You can do a lot of fancy stuff with your notes these days. Backlinks, graphs, embedding, “transclusion”, knowledge databases, and digital gardens are all tempting sirens. But building up a collection of ideas over time and ease of search is the most important thing.
Matt Webb, Memexes, mountain lakes, and the serendipity of old ideas:
I’ve noticed that smart people keep notes, and in particular use their notes in a certain way, and it made me think of something I read recently about viruses.
And it’s interesting, right, this accretive note-taking and the process of taking core samples through the deep time of your own ideas. I’ve built something similar, not as consistently, but for about two decades too, and I keep all my notes in plain text, and all in the same searchable database. I develop nascent ideas in part by typing in keywords, spelunking my own memex for things I’ve previously spotted, connections I’ve made, turns of phrase… most of which I had forgotten, but there they are. And old ideas come back and get recombined and become fresh again. That database of notes is my greatest asset. It’s how I write here, and it’s also how I pretend to be clever when I’m working.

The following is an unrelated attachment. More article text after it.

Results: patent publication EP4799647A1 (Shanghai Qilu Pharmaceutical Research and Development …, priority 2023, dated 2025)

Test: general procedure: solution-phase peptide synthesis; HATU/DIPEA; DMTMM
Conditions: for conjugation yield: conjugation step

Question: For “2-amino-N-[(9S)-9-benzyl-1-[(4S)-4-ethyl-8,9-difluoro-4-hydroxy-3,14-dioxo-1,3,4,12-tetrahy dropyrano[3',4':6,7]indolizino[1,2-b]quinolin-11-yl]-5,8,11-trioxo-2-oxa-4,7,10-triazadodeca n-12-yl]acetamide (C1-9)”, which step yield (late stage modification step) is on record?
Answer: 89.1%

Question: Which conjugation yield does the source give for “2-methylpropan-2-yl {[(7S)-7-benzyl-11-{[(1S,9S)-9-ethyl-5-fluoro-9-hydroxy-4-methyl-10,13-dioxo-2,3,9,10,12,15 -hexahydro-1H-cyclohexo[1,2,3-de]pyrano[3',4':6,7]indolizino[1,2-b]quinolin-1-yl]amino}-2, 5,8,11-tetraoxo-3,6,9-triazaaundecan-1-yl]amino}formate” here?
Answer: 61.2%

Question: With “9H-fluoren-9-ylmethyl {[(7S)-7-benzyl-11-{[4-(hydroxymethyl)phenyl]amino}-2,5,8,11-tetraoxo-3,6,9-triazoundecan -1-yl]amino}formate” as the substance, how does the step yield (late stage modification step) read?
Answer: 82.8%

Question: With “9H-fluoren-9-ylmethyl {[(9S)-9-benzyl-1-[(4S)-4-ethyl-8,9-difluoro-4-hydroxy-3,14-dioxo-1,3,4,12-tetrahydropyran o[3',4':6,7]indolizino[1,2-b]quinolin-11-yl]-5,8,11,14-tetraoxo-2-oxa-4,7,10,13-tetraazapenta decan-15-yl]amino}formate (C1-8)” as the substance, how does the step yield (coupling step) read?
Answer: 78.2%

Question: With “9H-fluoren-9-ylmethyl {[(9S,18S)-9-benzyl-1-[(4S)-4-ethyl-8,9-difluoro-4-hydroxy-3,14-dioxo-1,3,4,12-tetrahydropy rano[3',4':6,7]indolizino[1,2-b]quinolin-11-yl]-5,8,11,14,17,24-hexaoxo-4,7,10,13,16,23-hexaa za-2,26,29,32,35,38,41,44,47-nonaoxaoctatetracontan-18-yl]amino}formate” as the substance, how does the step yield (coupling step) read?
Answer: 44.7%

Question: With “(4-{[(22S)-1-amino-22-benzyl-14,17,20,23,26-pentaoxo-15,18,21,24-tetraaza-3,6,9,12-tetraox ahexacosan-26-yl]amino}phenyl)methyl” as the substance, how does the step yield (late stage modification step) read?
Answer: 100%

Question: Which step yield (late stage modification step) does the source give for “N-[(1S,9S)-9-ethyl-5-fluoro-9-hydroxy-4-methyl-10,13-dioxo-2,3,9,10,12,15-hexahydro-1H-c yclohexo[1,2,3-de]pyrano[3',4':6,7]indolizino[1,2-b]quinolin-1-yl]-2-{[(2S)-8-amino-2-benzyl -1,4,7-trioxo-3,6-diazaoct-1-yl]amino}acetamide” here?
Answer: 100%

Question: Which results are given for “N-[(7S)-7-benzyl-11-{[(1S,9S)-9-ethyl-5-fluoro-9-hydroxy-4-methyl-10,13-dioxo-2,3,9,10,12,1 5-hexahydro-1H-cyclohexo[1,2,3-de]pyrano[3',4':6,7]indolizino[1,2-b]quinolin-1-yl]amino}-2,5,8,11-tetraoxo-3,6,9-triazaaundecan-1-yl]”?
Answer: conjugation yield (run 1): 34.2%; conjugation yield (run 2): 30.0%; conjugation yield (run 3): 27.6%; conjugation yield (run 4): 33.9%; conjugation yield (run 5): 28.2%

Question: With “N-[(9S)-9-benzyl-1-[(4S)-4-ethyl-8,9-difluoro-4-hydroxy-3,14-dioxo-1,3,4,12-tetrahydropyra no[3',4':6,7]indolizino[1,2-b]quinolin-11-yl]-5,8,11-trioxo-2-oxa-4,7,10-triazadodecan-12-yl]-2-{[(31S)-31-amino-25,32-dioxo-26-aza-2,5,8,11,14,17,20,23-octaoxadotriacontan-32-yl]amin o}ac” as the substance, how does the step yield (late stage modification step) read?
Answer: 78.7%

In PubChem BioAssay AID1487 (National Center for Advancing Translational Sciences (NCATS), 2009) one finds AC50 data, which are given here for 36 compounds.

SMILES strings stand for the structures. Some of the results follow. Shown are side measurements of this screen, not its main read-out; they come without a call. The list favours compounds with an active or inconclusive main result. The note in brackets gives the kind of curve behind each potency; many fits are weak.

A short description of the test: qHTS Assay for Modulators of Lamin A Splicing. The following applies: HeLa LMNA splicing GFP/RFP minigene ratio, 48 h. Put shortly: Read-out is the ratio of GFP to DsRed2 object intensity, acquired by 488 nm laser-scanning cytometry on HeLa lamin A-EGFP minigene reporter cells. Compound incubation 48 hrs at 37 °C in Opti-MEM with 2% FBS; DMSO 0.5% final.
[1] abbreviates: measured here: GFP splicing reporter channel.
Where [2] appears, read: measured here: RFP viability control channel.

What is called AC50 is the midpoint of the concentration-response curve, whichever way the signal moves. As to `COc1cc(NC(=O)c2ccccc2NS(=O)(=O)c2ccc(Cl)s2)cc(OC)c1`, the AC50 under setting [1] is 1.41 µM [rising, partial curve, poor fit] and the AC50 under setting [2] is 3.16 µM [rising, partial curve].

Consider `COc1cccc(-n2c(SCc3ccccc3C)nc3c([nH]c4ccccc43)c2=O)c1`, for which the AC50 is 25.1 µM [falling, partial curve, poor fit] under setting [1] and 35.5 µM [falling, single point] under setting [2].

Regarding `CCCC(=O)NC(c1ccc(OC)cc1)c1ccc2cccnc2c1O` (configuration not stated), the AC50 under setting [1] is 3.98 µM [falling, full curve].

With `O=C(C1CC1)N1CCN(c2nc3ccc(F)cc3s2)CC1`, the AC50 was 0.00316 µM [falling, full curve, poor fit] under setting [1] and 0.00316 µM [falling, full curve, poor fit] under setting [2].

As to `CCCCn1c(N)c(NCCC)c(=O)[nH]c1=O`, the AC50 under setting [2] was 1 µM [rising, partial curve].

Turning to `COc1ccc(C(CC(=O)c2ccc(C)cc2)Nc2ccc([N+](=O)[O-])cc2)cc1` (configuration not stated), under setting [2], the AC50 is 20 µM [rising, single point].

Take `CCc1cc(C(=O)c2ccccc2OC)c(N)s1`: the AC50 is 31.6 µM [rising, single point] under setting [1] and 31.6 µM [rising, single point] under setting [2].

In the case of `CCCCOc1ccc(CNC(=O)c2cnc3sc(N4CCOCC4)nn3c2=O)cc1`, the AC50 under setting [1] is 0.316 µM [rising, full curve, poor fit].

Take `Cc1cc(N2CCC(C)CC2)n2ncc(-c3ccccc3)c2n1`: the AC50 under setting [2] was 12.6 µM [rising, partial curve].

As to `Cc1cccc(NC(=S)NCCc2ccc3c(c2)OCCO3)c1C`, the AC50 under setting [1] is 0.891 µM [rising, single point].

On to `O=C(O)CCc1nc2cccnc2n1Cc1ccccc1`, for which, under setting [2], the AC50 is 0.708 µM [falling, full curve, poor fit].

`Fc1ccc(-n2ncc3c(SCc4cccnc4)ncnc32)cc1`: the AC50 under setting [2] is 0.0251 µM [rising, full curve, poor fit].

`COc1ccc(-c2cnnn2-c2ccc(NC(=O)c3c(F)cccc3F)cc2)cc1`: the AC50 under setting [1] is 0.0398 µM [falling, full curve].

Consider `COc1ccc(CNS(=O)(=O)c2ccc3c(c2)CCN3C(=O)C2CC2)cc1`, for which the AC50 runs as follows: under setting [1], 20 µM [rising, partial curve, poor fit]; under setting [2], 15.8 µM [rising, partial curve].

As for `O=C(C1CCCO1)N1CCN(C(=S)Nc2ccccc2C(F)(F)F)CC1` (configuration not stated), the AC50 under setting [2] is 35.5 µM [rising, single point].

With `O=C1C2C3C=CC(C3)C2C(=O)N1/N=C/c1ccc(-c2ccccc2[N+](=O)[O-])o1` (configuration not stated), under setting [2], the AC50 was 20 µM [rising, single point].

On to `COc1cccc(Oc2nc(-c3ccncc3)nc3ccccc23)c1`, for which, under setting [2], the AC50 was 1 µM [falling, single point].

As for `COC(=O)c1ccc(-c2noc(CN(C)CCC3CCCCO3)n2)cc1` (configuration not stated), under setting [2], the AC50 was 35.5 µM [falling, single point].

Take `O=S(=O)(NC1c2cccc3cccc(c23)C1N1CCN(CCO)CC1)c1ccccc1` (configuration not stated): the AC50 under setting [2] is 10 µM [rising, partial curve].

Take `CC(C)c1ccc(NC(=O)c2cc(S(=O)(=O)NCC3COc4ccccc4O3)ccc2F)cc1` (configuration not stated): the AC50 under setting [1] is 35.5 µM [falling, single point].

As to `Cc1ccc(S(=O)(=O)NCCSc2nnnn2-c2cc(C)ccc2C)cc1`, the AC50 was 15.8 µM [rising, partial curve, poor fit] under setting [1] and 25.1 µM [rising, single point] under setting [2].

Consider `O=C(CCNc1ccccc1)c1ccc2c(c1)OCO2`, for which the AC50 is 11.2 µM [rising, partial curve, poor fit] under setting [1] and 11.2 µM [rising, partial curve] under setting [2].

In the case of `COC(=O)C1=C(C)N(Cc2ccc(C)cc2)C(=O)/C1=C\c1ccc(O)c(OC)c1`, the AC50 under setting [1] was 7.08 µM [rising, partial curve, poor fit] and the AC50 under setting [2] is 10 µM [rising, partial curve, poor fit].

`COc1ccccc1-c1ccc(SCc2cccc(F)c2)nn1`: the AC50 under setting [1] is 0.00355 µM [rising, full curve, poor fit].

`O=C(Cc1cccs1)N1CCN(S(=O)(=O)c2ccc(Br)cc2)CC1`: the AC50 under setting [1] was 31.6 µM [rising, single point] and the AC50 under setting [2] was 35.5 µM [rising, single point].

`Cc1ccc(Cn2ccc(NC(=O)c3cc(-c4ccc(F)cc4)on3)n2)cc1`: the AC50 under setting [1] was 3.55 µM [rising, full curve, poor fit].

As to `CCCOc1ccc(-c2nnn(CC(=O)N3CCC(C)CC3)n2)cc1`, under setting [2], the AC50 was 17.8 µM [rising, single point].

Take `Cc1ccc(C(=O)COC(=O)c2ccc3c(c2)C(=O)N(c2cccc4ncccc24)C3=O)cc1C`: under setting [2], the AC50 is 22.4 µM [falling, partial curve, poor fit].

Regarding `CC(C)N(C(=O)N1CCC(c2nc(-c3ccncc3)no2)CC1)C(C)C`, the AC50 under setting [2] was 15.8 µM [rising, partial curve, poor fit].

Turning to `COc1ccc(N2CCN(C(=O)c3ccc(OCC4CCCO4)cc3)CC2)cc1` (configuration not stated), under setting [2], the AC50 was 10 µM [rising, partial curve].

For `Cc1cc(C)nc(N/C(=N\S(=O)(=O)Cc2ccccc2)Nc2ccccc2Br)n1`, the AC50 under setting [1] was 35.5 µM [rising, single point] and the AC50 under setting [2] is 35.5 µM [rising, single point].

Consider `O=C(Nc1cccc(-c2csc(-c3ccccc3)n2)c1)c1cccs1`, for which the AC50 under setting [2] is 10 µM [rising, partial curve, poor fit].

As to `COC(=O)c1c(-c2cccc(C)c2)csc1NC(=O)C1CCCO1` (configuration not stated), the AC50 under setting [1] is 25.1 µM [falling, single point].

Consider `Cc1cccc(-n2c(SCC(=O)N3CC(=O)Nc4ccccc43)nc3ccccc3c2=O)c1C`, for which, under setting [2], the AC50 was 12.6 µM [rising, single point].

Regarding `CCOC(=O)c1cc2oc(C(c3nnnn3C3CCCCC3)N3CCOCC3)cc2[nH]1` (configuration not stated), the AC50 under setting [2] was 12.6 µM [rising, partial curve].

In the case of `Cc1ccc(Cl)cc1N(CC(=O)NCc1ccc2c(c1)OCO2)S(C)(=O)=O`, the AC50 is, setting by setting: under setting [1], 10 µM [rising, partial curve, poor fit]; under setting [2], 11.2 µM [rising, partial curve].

The endgame of having extensive notes accumulated over a long period of time is not to put them in a grand, unified theory. The point is to play the long-game to think in them, search them for new insights, and to develop ideas over weeks and months. An antidote to thinking in Slack messages and tweet-storm hot-takes.